Cambridgeshire County Council estimate that within a 24 month period, 9,779 prospective players will provide approximately £254,000 for good causes across the County (based upon a population estimate of 651,000 and a take up rate of 1.5%).

How will it work?

Online tickets will be available at £1.00 per week.

50% of the price of a ticket will go towards individual or specific listed good causes.

10% will go towards a community fund (which will be allocated to good causes chosen by elected members).

20% will go towards players and will act as prize money (the maximum prize that can be won is £25,000).

17% will go towards the Lottery Provider (a company known as Gatherwell).

3% is required for VAT compliance.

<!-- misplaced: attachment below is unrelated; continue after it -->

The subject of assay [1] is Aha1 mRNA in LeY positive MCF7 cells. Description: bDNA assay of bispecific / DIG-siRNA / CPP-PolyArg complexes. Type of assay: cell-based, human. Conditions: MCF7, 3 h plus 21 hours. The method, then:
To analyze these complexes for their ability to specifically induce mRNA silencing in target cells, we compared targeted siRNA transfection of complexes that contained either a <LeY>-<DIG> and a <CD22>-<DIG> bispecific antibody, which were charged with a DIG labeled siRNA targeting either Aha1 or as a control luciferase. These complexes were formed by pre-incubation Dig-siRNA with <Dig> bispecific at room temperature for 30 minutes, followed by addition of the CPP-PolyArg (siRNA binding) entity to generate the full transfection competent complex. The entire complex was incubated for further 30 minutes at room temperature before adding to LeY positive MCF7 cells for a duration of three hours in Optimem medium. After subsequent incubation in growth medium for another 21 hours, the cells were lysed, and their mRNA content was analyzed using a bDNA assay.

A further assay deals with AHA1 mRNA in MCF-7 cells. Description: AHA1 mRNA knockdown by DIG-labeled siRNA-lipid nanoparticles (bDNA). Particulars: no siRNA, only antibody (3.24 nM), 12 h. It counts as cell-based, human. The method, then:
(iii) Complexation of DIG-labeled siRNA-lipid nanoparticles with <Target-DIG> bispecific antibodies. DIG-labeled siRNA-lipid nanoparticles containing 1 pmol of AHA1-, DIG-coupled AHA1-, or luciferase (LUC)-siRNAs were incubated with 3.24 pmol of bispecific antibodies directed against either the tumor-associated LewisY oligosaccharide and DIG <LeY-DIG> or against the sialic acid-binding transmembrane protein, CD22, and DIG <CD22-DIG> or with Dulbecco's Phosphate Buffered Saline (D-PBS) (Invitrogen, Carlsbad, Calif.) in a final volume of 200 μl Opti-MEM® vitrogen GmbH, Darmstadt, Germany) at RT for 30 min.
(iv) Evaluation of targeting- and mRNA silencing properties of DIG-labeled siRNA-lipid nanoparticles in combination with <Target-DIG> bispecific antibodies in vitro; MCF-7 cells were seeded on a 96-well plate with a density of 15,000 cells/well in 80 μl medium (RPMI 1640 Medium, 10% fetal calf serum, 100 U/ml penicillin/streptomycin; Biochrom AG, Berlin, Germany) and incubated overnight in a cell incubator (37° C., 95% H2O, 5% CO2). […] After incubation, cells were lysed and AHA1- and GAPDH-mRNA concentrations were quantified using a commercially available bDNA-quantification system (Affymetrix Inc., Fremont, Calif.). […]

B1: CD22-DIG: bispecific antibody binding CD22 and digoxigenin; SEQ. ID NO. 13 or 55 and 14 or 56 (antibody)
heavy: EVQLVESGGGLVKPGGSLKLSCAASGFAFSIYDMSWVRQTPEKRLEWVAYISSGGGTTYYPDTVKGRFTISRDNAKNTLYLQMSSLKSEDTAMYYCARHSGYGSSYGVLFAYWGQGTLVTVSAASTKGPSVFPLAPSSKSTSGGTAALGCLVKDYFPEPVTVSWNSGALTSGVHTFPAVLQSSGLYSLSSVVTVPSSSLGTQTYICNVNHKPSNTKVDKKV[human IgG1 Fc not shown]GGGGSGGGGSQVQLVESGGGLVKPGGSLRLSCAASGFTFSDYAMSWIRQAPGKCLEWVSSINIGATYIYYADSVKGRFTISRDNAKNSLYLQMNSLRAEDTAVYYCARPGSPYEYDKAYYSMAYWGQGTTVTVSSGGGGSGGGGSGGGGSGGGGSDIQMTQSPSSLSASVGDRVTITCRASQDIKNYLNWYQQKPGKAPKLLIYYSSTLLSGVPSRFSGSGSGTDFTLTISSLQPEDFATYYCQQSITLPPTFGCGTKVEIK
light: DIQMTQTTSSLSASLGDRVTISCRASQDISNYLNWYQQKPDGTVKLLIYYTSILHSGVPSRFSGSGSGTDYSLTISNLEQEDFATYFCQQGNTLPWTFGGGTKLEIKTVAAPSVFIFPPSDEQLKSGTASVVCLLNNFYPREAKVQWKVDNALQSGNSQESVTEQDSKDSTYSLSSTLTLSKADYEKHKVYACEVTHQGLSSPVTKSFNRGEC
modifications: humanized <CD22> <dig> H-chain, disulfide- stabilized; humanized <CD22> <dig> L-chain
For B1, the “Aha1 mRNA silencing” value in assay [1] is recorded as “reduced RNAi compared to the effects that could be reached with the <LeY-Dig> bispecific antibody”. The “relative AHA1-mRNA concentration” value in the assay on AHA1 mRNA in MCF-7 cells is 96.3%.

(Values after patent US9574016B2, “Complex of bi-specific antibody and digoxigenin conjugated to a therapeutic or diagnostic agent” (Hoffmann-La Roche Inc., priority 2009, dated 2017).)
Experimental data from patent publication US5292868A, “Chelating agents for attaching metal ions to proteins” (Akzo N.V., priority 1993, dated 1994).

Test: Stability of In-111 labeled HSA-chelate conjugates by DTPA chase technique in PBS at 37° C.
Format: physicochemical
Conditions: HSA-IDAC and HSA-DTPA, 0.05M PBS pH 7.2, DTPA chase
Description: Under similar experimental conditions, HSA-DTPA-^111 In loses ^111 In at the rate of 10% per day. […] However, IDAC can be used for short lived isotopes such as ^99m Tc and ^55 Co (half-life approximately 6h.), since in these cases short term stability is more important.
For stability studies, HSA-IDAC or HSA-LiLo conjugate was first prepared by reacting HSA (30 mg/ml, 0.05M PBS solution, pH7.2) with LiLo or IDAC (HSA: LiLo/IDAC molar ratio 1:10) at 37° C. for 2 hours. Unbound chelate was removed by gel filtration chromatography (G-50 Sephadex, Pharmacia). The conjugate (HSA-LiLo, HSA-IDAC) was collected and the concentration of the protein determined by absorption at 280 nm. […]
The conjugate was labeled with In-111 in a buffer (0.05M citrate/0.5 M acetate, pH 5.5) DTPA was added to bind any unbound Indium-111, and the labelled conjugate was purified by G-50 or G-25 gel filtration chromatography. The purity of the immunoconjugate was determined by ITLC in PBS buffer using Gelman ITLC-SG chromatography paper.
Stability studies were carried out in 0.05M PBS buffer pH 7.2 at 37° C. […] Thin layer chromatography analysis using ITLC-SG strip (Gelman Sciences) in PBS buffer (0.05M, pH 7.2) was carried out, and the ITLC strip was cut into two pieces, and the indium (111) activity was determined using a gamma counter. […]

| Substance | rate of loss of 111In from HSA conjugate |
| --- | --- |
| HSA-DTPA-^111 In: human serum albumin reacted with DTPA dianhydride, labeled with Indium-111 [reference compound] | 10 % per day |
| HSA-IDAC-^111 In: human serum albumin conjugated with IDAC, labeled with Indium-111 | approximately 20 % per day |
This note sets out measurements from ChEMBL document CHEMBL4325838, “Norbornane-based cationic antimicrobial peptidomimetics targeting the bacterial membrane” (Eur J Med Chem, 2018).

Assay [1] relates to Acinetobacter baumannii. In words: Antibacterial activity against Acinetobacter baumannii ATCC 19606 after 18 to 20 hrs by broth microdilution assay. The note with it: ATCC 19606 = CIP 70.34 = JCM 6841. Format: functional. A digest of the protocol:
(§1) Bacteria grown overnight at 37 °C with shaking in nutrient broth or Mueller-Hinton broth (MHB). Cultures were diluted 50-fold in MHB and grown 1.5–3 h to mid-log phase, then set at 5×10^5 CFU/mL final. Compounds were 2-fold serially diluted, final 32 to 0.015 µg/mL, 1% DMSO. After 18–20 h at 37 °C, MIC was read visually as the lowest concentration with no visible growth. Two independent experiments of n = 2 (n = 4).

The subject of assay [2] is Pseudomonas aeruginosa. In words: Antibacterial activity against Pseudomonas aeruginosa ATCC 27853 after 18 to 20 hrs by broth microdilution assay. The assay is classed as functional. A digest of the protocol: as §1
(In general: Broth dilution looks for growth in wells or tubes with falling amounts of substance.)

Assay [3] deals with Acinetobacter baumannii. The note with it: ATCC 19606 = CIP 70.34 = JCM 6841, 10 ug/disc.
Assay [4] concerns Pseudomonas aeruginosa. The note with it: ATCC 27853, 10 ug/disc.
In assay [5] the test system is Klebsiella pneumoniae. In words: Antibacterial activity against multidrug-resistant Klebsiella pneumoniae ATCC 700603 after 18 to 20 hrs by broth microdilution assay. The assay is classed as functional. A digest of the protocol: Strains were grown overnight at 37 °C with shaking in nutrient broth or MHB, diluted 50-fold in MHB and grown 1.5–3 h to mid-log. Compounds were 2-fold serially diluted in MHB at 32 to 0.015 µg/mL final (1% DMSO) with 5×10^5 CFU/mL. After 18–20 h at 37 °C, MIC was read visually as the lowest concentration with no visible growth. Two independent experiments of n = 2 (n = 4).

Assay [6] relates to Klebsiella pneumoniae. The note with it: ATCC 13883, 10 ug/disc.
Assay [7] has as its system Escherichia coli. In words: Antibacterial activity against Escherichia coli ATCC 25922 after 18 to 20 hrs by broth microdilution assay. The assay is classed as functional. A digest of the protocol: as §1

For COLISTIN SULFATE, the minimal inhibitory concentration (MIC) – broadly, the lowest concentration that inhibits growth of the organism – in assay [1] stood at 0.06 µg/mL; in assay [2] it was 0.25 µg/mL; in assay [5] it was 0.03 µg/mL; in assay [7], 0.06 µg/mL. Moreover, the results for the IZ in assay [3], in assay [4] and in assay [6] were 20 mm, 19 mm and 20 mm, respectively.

Cambridgeshire based organisations can list themselves as a good cause providing they benefit or provide services and activities across the 5 districts which constitute the County.

Organisations will need a formal constitution or a set of rules.

Organisations will also need a bank account with at least 2 unrelated signatories.

More details on how to list an organisation as a good cause will be provided by the County Council in a FAQ sheet which is currently being compiled.

It is envisaged that the lottery will commence in Spring 2019.

Potential issues for voluntary organisations:

Organisations will need to think carefully about their fundraising strategy. If donors already support an organisation financially then redirecting them through the lottery could mean a reduction in income (as 50% only of the ticket price is directed towards specific good causes). However, the online lottery could be a way of attracting new and different potential donors, so how this is marketed needs to be well thought through and defined. Any organisations that need help with this can contact Support Cambridgeshire partners Hunts Forum (info@huntsforum.org.uk) or Cambridge CVS (alan@cambridgecvs.org.uk).